Docket Management
Docket: 02N-0209 - Request for Comment on First Amendment Issues
Comment Number: EC -181

Accepted - Volume 4

Comment Record
Commentor Ms. Alexandra Burchette Date/Time 2002-07-25 16:31:37
Organization Ms. Alexandra Burchette
Category Dietary Supplement Industry

Comments for FDA General
1. Are there arguments for regulating speech about drugs more comprehensively than, for example, about dietary supplements? What must an administrative record contain to sustain such a position? In particular, could FDA sustain a position that certain promotional speech about drugs is inherently misleading, unless it complies with FDA requirements? Does anything turn on whether the speech is made to learned intermediaries or to consumers? What is the evidentiary basis of such a distinction? I believe that it is the responsibility of every individual to educate themselves in regard to their health and well being, hence the DSHEA Law, 1994. To limit the freedom of speech in product labeling would make it impossible for the individual to do their due diligence, making a mockery out of the DSHEA Law. Drugs should have more comprehensive information available to the public. They are not tested long enough, they have interactions with eachother, they are highly toxic and have caused needless deaths. Dietary Food Supplements are FOOD, not toxic drugs. It appears that there is far too much cow towing to the pharmaceutical companies by government agencies. IT IS TIME TO LISTEN to the taxpayers instead of being blackmailed by the pharmaceutical industry. Let the consumer make an intelligent choice. It is sad that so many of us no longer trust the government to have the consumers' best interest at heart.
2. Is FDA's current position regarding direct-to-consumer and other advertisements consistent with empirical research on the effects of those advertisements, as well as with relevant legal authority? What are the positive and negative effects, if any, of industry's promotion of prescription drugs, biologics, and/or devices? Does the current regulatory approach and its implementation by industry lead to over-prescription of drugs? Do they increase physician visits or patient compliance with medication regimes? Do they cause patient visits that lead to treatment for under-diagnosed diseases? Does FDA's current approach and its implementation by industry lead to adequate treatment for under-diagnosed diseases? Do they lead to adequate patient understanding of the potential risks associated with use of drugs? Does FDA's current approach and its implementation by industry create any impediments to the ability of doctors to give optimal medical advice or prescribe optimal treatment? It appears that the FDA is in the Pharmaceutical Industry's pocket. Compliance issues only challenge the Pharmaceutical Industry to manipulate semantics to their advantage. The questions above are ridiculous. Of course people are prescribed far too many medications without either doctors or patients understanding the potential risks. The Pharmaceutical companies budget funds which essentially 'bribe' the doctors to write more prescriptions. Too many in the medical industry have allowed themselves to be influenced by the almighty dollar, fortunately not the entire medical community, some still have integrity. I cannot believe that the FDA expects the public to think that the agency is so naive as to ask such ridiculous questions.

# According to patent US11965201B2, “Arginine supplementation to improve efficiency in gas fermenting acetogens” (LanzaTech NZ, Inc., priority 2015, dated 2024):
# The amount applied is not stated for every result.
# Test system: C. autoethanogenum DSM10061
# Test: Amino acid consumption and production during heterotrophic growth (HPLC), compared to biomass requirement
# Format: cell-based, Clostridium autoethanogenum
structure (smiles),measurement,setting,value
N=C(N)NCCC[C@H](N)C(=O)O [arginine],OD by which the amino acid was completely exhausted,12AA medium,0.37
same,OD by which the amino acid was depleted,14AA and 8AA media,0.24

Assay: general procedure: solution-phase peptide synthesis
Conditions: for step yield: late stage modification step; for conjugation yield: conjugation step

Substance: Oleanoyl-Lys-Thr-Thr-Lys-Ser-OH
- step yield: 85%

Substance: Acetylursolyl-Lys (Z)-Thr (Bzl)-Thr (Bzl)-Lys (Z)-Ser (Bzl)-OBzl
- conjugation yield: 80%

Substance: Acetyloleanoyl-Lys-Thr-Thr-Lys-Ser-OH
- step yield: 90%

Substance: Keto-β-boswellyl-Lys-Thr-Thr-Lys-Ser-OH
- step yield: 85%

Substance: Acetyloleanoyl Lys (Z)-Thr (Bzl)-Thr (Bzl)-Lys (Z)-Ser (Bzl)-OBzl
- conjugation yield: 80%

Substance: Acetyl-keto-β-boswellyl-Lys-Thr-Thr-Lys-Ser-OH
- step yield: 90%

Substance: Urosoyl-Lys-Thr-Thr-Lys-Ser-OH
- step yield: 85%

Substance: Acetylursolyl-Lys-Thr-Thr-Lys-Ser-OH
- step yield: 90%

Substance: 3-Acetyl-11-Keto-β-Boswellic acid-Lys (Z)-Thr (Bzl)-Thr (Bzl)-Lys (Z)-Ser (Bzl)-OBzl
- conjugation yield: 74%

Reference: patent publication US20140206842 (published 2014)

3. May FDA distinguish claims concerning conventional foods from those relating to dietary supplements, taking into account limits on claims that can be made about foods in the Nutrition Labeling and Education Act, 21 U.S.C. 301, 321, 337, 343, 371? What must an administrative record contain to sustain or deny claims on food labels? How can information best be presented in a succinct but non-misleading fashion? To what extent do assertions in claims need qualifications or disclaimers added to the label to avoid any misconceptions that consumers may draw? Is there a basis to believe that consumers approach claims about conventional foods and dietary supplements differently? The FDA is well aware of false claims by major food companies and has chosen to ignore them. What about the harmful, proven effects of artificial sweetners manufactured by Monsanto? Does the FDA knowingly approve products that are proven to be harmful, ignoring their responsibility to the consumer, for political reasons? Seems to be the picture.

EC -181